Armed men on horseback, members of the government-supported Janjaweed militia, have been riding into villages in order to commit genocide in the Darfur province of Western Sudan for over a year. They are often accompanied by soldiers in trucks or aircraft in their mission to burn down homes, kill men and rape women. This March 8, International Women’s Day, people around the world must take action on behalf of the thousands of women suffering from continued violence in Darfur.

The women fortunate enough to escape sexual violence during the destruction of their homes and military attack on their village face a tremendous risk of becoming victims even after fleeing to an internally displaced persons (IDP) camp. In the camps, women and girls have the responsibility of regularly venturing out to gather firewood for cooking, as men are likely to be killed for setting foot outside the camps. As nearby wood becomes depleted and the women wander further from the campground, militias that lurk just outside the camp often seize the opportunity to sexually assault them. The victims of rape in Darfur range from the very young (a 6-year-old has been a reported victim) to the elderly. There is no safety and security for females of any age in IDP camps.

In Sudanese society, many married women who are raped find themselves abandoned by their husbands and ostracized by their communities. Unmarried survivors of rape are considered soiled and unmarriageable. Some Darfurians maintain the belief that women cannot become pregnant through unwanted intercourse, which makes life even harder for many rape victims. The deep stigma of rape prevents many women from seeking appropriate medical attention. Physical injuries resulting from sexual abuse often include damage to the reproductive system, as well as fistula, a tearing of the wall between the vagina and bladder which causes incontinence. Such women, unable to bear children or unable to hold their urine, are likewise often shunned by their communities. Fistula can be repaired by surgery if the woman has access to and freedom to seek out proper medical attention — which is unlikely. The dearth of adequate medical facilities and taboo against seeking medical attention mean that most rape victims will never be checked or treated for infection or the spread of HIV.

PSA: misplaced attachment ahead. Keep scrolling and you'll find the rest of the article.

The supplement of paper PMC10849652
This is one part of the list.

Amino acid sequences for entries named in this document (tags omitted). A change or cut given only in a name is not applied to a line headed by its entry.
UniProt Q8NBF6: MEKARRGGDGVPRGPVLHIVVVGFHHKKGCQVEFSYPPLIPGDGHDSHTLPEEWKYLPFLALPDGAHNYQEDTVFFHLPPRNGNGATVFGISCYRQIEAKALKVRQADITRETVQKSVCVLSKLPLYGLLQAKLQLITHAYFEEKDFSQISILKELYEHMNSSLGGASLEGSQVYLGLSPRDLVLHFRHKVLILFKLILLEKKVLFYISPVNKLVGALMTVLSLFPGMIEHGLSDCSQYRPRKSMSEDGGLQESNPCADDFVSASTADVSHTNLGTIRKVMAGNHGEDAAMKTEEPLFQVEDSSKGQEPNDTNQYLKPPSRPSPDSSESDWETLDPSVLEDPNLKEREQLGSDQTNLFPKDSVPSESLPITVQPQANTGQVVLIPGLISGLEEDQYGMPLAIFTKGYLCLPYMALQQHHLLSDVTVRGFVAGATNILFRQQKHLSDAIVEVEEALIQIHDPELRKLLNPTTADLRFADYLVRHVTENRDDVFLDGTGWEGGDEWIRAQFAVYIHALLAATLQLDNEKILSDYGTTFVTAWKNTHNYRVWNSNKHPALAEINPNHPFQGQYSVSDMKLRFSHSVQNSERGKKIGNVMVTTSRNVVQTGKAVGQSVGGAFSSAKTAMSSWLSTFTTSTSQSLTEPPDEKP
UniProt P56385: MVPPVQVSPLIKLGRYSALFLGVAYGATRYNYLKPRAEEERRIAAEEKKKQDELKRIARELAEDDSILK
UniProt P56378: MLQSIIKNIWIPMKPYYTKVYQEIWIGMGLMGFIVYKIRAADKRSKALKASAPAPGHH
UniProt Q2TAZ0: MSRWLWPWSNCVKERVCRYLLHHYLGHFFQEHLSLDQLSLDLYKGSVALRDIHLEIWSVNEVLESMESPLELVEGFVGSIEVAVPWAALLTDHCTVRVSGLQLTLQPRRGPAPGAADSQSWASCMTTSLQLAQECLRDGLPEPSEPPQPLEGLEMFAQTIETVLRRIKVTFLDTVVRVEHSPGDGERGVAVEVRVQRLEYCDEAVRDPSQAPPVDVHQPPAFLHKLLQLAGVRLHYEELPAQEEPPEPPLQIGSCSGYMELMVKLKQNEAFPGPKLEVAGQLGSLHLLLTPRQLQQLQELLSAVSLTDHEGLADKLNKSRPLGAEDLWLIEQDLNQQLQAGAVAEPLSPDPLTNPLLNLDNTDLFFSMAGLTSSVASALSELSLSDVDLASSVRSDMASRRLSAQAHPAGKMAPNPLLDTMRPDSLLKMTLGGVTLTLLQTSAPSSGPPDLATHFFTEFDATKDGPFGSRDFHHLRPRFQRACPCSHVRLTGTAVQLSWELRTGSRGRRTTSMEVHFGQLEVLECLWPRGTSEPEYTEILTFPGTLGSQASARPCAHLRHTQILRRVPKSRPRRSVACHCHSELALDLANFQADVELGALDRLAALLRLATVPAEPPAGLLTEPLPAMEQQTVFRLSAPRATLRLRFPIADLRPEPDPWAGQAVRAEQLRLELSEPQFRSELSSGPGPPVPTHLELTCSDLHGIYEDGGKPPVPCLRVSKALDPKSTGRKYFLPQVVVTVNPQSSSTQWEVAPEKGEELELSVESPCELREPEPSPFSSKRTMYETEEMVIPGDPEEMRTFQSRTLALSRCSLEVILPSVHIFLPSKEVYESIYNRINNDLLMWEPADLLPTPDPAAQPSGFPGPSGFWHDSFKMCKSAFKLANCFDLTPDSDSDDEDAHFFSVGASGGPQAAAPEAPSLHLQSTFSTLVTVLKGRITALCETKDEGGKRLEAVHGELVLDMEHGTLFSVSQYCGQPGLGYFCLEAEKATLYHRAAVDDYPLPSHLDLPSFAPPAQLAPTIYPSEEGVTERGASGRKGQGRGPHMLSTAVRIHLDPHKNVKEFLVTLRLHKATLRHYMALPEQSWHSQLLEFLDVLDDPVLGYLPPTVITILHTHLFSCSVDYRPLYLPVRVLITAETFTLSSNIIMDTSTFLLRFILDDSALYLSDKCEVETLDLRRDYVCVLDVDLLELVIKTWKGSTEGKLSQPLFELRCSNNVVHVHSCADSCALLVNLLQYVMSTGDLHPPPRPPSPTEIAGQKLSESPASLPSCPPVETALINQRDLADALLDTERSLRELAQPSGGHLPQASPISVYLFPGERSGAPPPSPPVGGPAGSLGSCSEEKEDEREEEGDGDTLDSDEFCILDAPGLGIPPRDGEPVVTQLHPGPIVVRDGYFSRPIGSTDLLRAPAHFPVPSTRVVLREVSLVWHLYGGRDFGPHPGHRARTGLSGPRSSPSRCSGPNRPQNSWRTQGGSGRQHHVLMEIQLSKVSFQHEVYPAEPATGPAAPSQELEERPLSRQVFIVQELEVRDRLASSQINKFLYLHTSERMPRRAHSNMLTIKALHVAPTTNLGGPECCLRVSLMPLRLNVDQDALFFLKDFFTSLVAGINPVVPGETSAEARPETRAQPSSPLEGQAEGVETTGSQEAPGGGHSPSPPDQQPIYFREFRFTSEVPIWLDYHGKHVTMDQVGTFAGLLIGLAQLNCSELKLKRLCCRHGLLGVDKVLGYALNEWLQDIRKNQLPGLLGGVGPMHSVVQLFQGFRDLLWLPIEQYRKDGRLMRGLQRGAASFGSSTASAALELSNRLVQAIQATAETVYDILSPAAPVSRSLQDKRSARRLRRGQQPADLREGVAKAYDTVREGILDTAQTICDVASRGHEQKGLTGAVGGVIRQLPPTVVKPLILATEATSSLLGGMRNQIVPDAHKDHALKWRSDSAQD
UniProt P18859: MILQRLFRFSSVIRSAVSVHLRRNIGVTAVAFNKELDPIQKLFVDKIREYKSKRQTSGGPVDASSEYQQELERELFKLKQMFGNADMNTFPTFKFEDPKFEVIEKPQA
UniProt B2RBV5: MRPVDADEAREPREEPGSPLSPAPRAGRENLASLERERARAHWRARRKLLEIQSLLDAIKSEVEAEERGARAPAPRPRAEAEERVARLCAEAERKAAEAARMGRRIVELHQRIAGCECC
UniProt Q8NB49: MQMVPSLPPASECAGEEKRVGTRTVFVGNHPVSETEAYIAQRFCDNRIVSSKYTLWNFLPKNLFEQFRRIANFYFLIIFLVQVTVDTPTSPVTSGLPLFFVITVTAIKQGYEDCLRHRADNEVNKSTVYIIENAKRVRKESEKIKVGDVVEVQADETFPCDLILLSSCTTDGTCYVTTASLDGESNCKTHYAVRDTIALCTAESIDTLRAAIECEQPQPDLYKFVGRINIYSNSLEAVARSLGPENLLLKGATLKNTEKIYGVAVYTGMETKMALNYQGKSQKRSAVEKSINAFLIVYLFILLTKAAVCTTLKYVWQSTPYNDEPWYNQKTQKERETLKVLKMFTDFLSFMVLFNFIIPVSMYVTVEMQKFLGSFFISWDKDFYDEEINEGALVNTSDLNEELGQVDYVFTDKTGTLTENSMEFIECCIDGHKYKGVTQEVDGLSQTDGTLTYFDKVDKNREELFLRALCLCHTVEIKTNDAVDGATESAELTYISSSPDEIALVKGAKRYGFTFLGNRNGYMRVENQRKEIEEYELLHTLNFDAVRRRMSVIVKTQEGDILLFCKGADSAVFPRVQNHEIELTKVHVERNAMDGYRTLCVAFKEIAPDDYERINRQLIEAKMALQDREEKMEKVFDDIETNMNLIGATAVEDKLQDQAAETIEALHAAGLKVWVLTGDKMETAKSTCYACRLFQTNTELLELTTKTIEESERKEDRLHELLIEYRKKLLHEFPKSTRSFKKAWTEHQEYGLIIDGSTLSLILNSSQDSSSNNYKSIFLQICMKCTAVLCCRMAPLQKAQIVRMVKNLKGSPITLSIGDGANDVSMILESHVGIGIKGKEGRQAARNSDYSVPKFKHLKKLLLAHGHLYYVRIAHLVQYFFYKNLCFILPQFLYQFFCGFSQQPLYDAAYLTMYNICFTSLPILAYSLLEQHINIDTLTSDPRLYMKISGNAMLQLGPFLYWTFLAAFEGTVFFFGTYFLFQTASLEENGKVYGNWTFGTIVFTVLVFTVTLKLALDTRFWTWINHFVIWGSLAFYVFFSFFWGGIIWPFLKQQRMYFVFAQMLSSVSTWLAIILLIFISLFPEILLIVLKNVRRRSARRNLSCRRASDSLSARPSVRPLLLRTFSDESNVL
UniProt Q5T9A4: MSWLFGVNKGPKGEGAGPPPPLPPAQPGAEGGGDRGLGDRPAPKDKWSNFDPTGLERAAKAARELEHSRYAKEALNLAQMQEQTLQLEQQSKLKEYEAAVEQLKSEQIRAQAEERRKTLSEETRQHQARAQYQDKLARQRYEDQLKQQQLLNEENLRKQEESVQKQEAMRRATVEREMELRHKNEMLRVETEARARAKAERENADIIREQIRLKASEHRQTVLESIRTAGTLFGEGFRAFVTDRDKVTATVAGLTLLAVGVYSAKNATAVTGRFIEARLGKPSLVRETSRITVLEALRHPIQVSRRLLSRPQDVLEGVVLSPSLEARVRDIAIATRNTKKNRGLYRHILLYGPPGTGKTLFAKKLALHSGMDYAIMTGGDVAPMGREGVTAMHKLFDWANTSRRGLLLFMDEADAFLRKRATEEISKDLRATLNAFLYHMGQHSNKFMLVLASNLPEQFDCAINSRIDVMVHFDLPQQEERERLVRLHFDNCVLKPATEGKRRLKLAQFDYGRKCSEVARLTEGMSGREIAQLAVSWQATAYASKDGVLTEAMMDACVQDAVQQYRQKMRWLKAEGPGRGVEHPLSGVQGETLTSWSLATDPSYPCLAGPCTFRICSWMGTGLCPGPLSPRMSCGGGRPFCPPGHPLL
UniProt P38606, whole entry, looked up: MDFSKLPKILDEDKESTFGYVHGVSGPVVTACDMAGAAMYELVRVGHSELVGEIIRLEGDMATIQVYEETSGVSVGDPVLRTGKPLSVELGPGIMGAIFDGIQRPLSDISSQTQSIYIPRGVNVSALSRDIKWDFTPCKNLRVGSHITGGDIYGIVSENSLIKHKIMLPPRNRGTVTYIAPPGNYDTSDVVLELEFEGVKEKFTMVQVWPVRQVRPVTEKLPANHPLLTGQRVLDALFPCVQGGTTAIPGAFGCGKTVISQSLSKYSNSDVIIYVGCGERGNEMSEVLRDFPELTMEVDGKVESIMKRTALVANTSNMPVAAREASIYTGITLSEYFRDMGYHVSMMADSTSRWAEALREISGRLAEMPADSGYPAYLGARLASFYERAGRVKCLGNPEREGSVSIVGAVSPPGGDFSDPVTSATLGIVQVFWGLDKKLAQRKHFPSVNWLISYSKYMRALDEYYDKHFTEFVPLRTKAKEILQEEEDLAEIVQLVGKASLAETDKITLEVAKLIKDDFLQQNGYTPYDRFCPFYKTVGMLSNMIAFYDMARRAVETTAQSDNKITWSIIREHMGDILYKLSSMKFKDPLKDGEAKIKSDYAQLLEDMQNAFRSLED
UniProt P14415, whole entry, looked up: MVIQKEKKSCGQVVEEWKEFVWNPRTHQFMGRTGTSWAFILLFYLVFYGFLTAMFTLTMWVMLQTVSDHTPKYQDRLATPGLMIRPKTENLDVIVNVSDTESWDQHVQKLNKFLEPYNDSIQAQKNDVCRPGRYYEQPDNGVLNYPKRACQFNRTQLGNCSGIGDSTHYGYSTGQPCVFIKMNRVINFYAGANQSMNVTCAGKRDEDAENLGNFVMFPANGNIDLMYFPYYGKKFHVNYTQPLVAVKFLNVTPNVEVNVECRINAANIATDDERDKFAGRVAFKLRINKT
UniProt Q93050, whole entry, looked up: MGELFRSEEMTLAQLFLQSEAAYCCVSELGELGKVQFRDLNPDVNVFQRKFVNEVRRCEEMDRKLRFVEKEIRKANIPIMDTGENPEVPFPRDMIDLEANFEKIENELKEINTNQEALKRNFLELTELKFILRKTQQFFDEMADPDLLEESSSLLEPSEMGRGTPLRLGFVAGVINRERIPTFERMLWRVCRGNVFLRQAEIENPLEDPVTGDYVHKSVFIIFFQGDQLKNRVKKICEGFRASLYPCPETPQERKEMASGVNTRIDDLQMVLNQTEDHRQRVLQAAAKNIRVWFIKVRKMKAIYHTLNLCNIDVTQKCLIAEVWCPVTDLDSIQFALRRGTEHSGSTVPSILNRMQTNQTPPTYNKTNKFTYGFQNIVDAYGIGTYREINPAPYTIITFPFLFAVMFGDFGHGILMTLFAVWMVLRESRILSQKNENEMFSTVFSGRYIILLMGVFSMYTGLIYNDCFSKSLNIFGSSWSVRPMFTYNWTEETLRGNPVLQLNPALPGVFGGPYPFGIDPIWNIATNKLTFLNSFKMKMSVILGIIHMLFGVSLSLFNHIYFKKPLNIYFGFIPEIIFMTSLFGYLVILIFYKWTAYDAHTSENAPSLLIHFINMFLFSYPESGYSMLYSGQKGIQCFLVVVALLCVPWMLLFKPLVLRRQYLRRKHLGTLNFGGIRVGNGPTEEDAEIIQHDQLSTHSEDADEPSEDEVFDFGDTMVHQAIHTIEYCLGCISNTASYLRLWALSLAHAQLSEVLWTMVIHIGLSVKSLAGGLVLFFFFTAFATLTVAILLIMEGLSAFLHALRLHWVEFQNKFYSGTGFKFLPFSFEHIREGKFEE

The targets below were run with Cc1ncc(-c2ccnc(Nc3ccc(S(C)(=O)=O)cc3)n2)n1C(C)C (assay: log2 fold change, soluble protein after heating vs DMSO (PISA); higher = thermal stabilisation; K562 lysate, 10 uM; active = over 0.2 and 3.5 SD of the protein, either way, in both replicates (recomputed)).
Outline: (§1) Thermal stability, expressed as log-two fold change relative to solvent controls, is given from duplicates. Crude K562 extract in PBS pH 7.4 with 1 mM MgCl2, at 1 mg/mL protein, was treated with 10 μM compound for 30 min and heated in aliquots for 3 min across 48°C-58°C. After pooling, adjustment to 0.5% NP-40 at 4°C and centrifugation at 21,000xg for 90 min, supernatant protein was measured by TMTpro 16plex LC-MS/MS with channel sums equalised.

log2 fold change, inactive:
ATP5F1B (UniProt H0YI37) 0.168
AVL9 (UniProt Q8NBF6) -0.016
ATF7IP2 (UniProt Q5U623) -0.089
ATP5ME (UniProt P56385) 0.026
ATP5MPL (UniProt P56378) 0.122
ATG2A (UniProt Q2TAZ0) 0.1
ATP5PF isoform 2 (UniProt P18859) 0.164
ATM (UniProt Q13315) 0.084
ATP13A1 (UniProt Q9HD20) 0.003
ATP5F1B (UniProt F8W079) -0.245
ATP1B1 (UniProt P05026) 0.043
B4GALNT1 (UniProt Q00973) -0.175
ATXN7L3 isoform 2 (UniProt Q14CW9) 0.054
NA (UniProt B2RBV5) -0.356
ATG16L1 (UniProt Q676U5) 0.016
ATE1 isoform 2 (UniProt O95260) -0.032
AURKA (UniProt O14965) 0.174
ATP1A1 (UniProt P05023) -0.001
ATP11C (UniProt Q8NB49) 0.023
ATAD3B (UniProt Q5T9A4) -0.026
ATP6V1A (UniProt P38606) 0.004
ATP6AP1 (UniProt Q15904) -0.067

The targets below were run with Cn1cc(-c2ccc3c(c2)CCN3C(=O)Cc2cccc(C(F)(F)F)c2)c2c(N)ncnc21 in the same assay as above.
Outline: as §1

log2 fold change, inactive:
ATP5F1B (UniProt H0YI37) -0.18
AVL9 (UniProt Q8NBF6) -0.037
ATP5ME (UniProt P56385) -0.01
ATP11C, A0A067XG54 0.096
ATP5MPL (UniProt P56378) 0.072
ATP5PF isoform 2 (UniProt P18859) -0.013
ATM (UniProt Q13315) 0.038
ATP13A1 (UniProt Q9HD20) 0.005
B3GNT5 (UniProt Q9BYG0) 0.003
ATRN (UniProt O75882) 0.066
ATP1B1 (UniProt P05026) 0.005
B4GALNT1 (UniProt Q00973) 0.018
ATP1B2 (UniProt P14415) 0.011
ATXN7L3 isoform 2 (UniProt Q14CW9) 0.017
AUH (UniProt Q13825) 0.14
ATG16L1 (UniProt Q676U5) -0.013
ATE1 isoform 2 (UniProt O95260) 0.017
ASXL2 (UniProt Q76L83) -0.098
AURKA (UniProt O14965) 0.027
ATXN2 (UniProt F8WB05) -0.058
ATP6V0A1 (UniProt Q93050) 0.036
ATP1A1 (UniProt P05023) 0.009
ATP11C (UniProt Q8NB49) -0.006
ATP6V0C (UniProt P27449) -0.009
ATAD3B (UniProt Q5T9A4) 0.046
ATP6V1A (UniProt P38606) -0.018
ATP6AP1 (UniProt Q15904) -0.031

These crimes against women are crimes against entire communities, and the perpetrators will continue tearing apart the social fabric of Darfur’s villages through sexual violence as long as the Sudanese government encourages these abuses. Civilian women in villages and displaced persons camps will continue to live in fear of violence as long as the Janjaweed militias expect impunity. As long as women gang-raped by groups of strangers are turned away by government officials because they cannot identify their attackers by name, as long as relatives of victims are arrested by police for filing “false” complaints, and as long as the Khartoum government continues to set up farcical committees charged with investigating allegations of systematic rape — rape committees with no budgets, offices or doctors on staff — the devastation of Darfur’s women will not end.

On Wednesday, Sens. Jon Corzine (D-N.J.) and Sam Brownback (R-Kans.) introduced Senate Bill 495, the Darfur Accountability Act of 2005. The bill calls for the United States to freeze the assets of and impose travel sanctions on all known Janjaweed members, for all non-humanitarian assistance to Sudan to cease until “concrete, sustained” steps are taken to end the genocide, and for accelerated assistance to the African Union Mission in Sudan through presidential discretion. Both the Connecticut senators are cosponsors of the Darfur Accountability Act. This bill is a welcome and long-awaited measure, but it does not go far enough.

The United States must impose a temporary arms embargo on Sudan. In other resolutions, such as the resolution currently before Congress urging Europe to maintain an arms embargo on China, Congress has recognized the reprehensibility of providing the means for the Sudanese armed forces to carry out a full-scale attack on certain ethnic groups in their country. Yet, there is no legislation to stop any American arms manufacturer from providing the planes and guns that allow the Sudanese forces to bomb civilians and back up Janjaweed attacks.

Congress also needs to provide resources to the peacekeeping forces currently in Sudan, not just through presidential discretion over military resources, but through budget allocations and aid. Putting peacekeepers around refugee camps is the only way to prevent the rape and assault of refugees trying to feed their families. The African Union does not have the resources to protect civilians and monitor attacks without aid from the developed world.

It is our responsibility to stop genocide. In honor of International Women’s Day, March 8, take a moment to contact your representatives. Let them know that not only do you support the Darfur Accountability Act, you also support an arms embargo on Sudan and increased aid for peacekeeping. Brave individuals who dare to report these human rights abuses to foreign aid-workers and fact-finders have often risked their liberty, and sometimes their lives. Now that their message has reached us, it’s our turn to reach back out to them.

Natalie Spicyn, a senior in Pierson College, and Cathy Sweetser, a senior in Timothy Dwight College, are members of STAND — Students Taking Action Now: Darfur.